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Redefining literacy: WVU rolls out nationally accredited online masters in literacy education

Dagen and Moorewood.feature

Allison Dagen and Aimee Morewood have reinvented WVU's Masters of Arts in Literacy Education program to be fully online beginning this fall. 

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The definition of literacy has evolved to include not only reading, but writing, speaking, listening and visual literacy, as well. So it made sense for West Virginia University professors Allison Dagen and Aimee Morewood to reinvent the College of Education and Human Services reading specialist certification program to reflect a more current delivery method for the degree program.

The nationally accredited Masters of Arts in Literacy Education will be be fully online when it is rolled out this fall. The program is the only online program of its kind in West Virginia and one of only a handful in the country. Dagen and Morewood hope the new delivery platform will entice more teachers to become reading specialists.

“There’s currently a shortage of reading specialists in West Virginia and a great need for them in this state,” Dagen said. “We are providing a terrific new program and we’re very excited about starting it this fall. This is a great advanced degree for all educators.”

Dagen, who was lead writer on some of the International Literacy Association standards, and Morewood developed the new program using the latest research in literacy education and incorporated new standards coming out in 2018 from the ILA, formerly known as the International Reading Association.

“Students are reading differently today,” Morewood said. “When we think about reading, we need to think about reading and understanding digital media, as well as traditional books.”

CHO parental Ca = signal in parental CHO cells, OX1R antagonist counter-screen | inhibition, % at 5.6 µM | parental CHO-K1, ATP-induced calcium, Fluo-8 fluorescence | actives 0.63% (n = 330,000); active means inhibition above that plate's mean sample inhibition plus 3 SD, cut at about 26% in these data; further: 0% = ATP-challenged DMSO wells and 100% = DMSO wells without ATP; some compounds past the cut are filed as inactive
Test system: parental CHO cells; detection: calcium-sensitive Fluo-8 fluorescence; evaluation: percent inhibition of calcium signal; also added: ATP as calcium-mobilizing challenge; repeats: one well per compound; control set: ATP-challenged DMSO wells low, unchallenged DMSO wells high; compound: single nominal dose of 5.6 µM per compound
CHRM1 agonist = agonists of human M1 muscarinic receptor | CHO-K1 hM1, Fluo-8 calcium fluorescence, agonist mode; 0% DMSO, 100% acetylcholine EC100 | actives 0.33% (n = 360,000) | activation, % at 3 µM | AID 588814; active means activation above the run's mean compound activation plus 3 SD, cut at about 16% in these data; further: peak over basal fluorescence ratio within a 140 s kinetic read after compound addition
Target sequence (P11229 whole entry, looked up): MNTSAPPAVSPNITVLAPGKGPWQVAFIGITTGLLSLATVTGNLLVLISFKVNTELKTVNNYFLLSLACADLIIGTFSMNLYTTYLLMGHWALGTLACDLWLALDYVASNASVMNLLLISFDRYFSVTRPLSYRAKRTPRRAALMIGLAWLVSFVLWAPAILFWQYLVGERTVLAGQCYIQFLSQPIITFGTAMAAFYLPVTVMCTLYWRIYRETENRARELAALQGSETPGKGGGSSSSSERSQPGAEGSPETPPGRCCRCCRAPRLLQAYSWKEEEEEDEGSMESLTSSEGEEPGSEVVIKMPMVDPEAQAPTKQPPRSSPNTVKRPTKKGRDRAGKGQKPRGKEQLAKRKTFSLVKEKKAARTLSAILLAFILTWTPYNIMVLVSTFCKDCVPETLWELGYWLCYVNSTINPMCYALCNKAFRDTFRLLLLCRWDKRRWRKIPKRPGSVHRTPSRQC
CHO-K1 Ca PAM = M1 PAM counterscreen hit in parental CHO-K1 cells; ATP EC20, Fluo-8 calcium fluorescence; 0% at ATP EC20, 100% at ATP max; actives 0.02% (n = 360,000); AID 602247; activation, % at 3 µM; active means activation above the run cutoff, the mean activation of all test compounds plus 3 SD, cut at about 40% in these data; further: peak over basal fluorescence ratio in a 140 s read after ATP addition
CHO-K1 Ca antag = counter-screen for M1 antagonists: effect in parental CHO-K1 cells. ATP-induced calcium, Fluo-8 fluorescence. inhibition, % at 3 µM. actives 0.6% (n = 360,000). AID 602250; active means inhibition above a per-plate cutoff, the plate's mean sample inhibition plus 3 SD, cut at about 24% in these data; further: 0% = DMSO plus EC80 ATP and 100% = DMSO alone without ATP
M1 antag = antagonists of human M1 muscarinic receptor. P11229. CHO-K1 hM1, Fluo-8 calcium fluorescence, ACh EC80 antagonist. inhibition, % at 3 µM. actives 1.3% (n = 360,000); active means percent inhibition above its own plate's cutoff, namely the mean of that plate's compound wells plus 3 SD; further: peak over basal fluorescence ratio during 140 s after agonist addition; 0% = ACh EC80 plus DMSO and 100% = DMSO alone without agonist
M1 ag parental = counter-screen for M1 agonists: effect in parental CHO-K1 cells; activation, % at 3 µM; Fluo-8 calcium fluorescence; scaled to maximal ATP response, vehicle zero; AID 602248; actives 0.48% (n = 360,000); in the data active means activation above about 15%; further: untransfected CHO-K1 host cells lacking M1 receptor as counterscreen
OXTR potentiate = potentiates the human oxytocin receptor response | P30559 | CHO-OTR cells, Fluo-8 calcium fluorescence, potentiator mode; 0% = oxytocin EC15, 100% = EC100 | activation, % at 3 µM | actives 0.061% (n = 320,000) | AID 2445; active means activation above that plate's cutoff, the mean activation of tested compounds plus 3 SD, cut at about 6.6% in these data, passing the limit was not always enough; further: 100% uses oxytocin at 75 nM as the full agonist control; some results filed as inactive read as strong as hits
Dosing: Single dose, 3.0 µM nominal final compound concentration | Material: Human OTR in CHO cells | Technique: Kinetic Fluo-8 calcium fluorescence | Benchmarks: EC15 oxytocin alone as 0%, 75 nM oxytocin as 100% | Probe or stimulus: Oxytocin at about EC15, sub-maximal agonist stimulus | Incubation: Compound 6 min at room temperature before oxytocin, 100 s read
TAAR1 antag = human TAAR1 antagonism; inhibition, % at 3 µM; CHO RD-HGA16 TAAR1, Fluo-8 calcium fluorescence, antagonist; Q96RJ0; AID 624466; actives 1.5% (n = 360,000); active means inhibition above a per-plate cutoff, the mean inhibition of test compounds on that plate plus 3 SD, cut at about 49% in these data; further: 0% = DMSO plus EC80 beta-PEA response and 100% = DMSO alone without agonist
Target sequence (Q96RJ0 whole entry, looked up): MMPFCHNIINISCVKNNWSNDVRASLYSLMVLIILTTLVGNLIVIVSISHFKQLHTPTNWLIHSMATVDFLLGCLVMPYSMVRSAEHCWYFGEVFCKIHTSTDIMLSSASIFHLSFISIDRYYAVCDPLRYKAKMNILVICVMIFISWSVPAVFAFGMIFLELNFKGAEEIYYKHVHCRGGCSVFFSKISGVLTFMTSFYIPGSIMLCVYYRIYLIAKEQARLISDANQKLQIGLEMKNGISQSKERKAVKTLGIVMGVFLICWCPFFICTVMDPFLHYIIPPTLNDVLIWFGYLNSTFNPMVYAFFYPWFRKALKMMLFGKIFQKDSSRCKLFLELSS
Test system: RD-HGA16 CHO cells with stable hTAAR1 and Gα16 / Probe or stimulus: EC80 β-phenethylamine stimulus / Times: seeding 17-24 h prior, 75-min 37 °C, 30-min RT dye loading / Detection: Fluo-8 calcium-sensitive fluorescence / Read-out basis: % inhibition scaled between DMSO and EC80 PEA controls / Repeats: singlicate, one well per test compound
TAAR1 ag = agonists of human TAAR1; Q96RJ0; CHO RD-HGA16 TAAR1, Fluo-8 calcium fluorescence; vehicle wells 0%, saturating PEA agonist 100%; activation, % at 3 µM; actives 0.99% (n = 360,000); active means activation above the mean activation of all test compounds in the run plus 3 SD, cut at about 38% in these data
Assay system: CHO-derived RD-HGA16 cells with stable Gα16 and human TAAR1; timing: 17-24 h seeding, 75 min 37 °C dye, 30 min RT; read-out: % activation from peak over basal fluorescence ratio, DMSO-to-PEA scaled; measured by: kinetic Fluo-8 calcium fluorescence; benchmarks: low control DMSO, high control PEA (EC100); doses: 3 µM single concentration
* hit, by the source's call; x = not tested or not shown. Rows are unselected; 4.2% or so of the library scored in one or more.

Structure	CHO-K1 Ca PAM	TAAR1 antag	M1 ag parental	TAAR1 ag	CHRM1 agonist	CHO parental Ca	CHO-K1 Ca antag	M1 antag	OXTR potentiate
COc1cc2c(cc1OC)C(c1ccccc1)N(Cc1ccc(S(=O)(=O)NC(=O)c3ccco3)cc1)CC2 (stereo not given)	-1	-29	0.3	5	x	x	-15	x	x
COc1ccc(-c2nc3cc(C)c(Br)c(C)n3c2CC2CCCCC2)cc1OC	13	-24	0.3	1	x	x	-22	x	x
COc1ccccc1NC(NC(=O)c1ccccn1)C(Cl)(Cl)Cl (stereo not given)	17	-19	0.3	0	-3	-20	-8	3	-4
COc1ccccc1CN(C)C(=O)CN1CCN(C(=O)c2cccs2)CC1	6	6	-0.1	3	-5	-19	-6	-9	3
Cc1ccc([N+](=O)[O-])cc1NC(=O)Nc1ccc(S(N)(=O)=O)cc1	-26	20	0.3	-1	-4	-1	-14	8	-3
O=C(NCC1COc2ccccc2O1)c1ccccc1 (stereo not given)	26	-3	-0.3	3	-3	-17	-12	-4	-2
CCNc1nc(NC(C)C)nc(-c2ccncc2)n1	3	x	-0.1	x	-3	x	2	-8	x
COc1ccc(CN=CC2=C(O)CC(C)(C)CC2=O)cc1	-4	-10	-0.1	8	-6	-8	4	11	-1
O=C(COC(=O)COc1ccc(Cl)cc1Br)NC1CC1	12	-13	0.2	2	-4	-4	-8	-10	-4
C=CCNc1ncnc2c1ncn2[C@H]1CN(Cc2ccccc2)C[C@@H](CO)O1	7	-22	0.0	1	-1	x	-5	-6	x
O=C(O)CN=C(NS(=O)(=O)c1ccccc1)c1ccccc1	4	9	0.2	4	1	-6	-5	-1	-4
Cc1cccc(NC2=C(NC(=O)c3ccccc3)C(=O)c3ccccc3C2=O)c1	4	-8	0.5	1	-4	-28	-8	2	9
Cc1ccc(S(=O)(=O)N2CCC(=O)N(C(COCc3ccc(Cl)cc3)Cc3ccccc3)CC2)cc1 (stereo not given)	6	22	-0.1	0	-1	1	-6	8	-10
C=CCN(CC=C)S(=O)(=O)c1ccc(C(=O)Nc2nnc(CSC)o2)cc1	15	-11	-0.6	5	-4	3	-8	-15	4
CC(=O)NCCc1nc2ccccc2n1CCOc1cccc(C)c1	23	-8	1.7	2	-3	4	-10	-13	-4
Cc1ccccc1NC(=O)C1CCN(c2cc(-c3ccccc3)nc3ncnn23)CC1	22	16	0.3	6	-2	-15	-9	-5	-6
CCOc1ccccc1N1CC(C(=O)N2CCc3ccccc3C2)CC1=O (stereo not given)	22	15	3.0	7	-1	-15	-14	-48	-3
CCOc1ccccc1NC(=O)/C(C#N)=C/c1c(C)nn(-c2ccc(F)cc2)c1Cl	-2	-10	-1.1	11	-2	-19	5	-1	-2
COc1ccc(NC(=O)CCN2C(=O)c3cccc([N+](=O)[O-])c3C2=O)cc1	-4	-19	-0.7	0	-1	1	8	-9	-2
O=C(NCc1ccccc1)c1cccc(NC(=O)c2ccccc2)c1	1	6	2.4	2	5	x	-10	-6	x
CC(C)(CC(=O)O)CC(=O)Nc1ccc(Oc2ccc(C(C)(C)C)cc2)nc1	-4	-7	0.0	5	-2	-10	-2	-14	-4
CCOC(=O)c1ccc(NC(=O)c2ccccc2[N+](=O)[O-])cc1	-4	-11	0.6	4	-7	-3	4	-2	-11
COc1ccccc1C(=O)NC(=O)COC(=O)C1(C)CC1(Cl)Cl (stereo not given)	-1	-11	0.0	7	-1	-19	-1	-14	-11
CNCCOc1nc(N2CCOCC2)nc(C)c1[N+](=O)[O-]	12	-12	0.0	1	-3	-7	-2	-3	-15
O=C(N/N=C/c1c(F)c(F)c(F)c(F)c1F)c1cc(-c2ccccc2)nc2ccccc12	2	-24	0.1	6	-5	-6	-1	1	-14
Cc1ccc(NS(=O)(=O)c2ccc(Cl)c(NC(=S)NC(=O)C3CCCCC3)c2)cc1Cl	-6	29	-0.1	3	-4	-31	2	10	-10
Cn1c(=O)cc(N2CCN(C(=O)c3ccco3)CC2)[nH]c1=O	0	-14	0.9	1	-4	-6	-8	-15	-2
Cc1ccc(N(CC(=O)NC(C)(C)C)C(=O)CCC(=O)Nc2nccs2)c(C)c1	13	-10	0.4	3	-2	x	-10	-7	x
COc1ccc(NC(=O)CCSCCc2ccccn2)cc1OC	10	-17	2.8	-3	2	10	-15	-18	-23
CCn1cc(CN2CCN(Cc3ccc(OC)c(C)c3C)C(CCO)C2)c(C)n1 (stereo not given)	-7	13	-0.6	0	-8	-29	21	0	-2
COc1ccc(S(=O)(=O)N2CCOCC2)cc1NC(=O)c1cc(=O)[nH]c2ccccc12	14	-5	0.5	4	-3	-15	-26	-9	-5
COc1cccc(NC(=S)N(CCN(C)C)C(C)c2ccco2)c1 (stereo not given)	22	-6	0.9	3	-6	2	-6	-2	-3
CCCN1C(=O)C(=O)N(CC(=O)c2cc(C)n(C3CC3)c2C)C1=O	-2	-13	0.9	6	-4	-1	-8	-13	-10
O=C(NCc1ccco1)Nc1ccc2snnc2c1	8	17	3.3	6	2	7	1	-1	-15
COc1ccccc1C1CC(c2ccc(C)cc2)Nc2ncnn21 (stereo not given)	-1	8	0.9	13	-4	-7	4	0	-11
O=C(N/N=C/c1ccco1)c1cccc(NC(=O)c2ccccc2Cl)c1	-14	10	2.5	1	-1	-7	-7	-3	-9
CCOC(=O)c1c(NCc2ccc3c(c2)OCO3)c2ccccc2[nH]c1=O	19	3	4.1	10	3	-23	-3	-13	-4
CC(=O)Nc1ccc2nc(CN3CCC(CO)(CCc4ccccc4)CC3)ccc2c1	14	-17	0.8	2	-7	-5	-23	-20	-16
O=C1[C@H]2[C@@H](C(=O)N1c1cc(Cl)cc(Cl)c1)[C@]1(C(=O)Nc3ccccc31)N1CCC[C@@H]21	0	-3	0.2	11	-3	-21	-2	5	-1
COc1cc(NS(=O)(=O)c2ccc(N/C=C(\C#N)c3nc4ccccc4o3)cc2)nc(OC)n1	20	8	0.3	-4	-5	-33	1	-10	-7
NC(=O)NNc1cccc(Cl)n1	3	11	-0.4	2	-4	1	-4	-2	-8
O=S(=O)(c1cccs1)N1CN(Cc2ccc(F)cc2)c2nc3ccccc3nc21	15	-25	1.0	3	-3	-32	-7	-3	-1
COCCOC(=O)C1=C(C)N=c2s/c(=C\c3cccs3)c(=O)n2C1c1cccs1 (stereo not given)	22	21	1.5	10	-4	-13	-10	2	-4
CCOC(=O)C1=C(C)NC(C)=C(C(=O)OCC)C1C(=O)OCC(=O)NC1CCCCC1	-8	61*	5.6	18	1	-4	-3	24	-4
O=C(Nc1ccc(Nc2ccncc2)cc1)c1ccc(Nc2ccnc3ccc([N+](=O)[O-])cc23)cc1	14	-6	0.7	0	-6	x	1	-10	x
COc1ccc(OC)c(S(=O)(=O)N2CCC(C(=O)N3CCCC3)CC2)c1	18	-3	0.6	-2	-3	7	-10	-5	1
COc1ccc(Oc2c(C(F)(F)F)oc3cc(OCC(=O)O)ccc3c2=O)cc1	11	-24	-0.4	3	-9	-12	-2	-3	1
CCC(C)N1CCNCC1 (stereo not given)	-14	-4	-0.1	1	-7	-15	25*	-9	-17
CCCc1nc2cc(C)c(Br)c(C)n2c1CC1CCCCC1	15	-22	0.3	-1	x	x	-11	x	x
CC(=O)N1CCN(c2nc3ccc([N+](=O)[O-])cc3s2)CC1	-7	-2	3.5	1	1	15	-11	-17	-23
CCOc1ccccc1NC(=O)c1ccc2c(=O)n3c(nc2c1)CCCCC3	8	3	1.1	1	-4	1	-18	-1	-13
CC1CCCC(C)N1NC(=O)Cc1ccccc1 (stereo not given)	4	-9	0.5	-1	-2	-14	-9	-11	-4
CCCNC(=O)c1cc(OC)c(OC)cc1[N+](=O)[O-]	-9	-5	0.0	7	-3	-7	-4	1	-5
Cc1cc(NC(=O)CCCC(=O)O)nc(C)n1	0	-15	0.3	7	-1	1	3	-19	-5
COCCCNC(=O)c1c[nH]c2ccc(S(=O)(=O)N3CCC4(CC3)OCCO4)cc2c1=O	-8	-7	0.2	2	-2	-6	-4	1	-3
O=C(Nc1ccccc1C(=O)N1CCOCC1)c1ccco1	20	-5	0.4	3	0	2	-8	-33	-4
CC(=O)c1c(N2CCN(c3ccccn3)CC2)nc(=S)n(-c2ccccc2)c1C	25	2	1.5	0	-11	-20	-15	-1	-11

Dagen and Morewood developed a program that prepares graduates for all three roles identified by ILA.: interventionist, literacy coach, working with teachers, or reading coordinator, evaluating school-wide issues and creating policy.

“The reading specialist as interventionist is what we picture when we think of the Title I teachers, who work with the kids on skills,” Dagen said. That is a very common model in West Virginia.”

They also focused on preparing teachers to be leaders.

“Today’s teachers are part of the leadership,” Morewood said. “That’s how things are evolving in the profession. They are leading in different ways and most of it is informal.”

Instead of candidates traveling to Morgantown and living on campus for their reading specialist practicum, it is job-embedded, working with students at their own schools, providing more flexibility than the old model.

Morewood and Dagen recently received a Big 12 Faculty Fellowship Grant and spent part of the spring semester at other Big 12 schools, observing how those schools are addressing their online literacy specialist programs. Oklahoma State and Texas Tech have a similar population and setting as West Virginia and Dagen and Morewood hope to work collaboratively with them.

They also regularly publish and present their research, including information about classroom reading and literacy practices. 

“We are using all of our research to continue to improve our new Master of Arts in Literacy Education program at WVU,” Dagen said. “Right now, our candidates are mainly from West Virginia, but we hope to expand that to other states in the future.



CONTACT: Charlene Lattea, WVU Online & Continuing Professional Education

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